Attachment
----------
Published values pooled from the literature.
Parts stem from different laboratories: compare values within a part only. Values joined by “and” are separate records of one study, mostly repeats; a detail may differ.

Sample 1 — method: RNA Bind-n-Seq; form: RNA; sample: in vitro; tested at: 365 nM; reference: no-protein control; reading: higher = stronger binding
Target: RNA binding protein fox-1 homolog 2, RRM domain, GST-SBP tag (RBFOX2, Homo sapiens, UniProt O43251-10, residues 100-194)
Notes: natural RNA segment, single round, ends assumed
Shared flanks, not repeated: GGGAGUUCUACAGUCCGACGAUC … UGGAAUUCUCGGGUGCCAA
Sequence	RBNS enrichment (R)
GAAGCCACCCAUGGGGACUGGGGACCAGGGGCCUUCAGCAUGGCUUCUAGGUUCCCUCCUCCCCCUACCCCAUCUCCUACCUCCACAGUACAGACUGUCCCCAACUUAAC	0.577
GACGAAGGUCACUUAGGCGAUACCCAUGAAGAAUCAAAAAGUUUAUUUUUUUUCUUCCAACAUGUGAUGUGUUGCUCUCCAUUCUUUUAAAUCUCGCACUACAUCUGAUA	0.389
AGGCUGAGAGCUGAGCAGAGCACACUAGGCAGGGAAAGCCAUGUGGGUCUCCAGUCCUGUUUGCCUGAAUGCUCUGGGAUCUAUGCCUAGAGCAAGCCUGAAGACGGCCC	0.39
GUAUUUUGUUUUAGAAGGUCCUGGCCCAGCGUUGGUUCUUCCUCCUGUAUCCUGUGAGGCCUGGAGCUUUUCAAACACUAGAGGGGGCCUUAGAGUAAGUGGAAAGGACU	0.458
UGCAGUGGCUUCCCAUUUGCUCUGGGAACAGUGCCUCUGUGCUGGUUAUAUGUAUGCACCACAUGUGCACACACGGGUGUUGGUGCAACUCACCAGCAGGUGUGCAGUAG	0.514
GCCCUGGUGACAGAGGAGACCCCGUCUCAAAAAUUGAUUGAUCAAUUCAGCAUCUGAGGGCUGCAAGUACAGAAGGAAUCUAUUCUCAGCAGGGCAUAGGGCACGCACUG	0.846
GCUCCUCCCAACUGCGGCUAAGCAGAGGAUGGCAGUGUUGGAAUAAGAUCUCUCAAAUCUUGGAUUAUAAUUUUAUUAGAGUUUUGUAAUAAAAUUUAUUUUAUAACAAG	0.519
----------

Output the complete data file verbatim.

Published values pooled from the literature.
Parts stem from different laboratories: compare values within a part only. Values joined by “and” are separate records of one study, mostly repeats; a detail may differ.

Sample 1 — method: RNA Bind-n-Seq; form: RNA; sample: in vitro; tested at: 365 nM; reference: no-protein control; reading: higher = stronger binding
Target: RNA binding protein fox-1 homolog 2, RRM domain, GST-SBP tag (RBFOX2, Homo sapiens, UniProt O43251-10, residues 100-194)
Notes: natural RNA segment, single round, ends assumed
Shared flanks, not repeated: GGGAGUUCUACAGUCCGACGAUC … UGGAAUUCUCGGGUGCCAA
Sequence	RBNS enrichment (R)
GAAGCCACCCAUGGGGACUGGGGACCAGGGGCCUUCAGCAUGGCUUCUAGGUUCCCUCCUCCCCCUACCCCAUCUCCUACCUCCACAGUACAGACUGUCCCCAACUUAAC	0.577
GACGAAGGUCACUUAGGCGAUACCCAUGAAGAAUCAAAAAGUUUAUUUUUUUUCUUCCAACAUGUGAUGUGUUGCUCUCCAUUCUUUUAAAUCUCGCACUACAUCUGAUA	0.389
AGGCUGAGAGCUGAGCAGAGCACACUAGGCAGGGAAAGCCAUGUGGGUCUCCAGUCCUGUUUGCCUGAAUGCUCUGGGAUCUAUGCCUAGAGCAAGCCUGAAGACGGCCC	0.39
GUAUUUUGUUUUAGAAGGUCCUGGCCCAGCGUUGGUUCUUCCUCCUGUAUCCUGUGAGGCCUGGAGCUUUUCAAACACUAGAGGGGGCCUUAGAGUAAGUGGAAAGGACU	0.458
UGCAGUGGCUUCCCAUUUGCUCUGGGAACAGUGCCUCUGUGCUGGUUAUAUGUAUGCACCACAUGUGCACACACGGGUGUUGGUGCAACUCACCAGCAGGUGUGCAGUAG	0.514
GCCCUGGUGACAGAGGAGACCCCGUCUCAAAAAUUGAUUGAUCAAUUCAGCAUCUGAGGGCUGCAAGUACAGAAGGAAUCUAUUCUCAGCAGGGCAUAGGGCACGCACUG	0.846
GCUCCUCCCAACUGCGGCUAAGCAGAGGAUGGCAGUGUUGGAAUAAGAUCUCUCAAAUCUUGGAUUAUAAUUUUAUUAGAGUUUUGUAAUAAAAUUUAUUUUAUAACAAG	0.519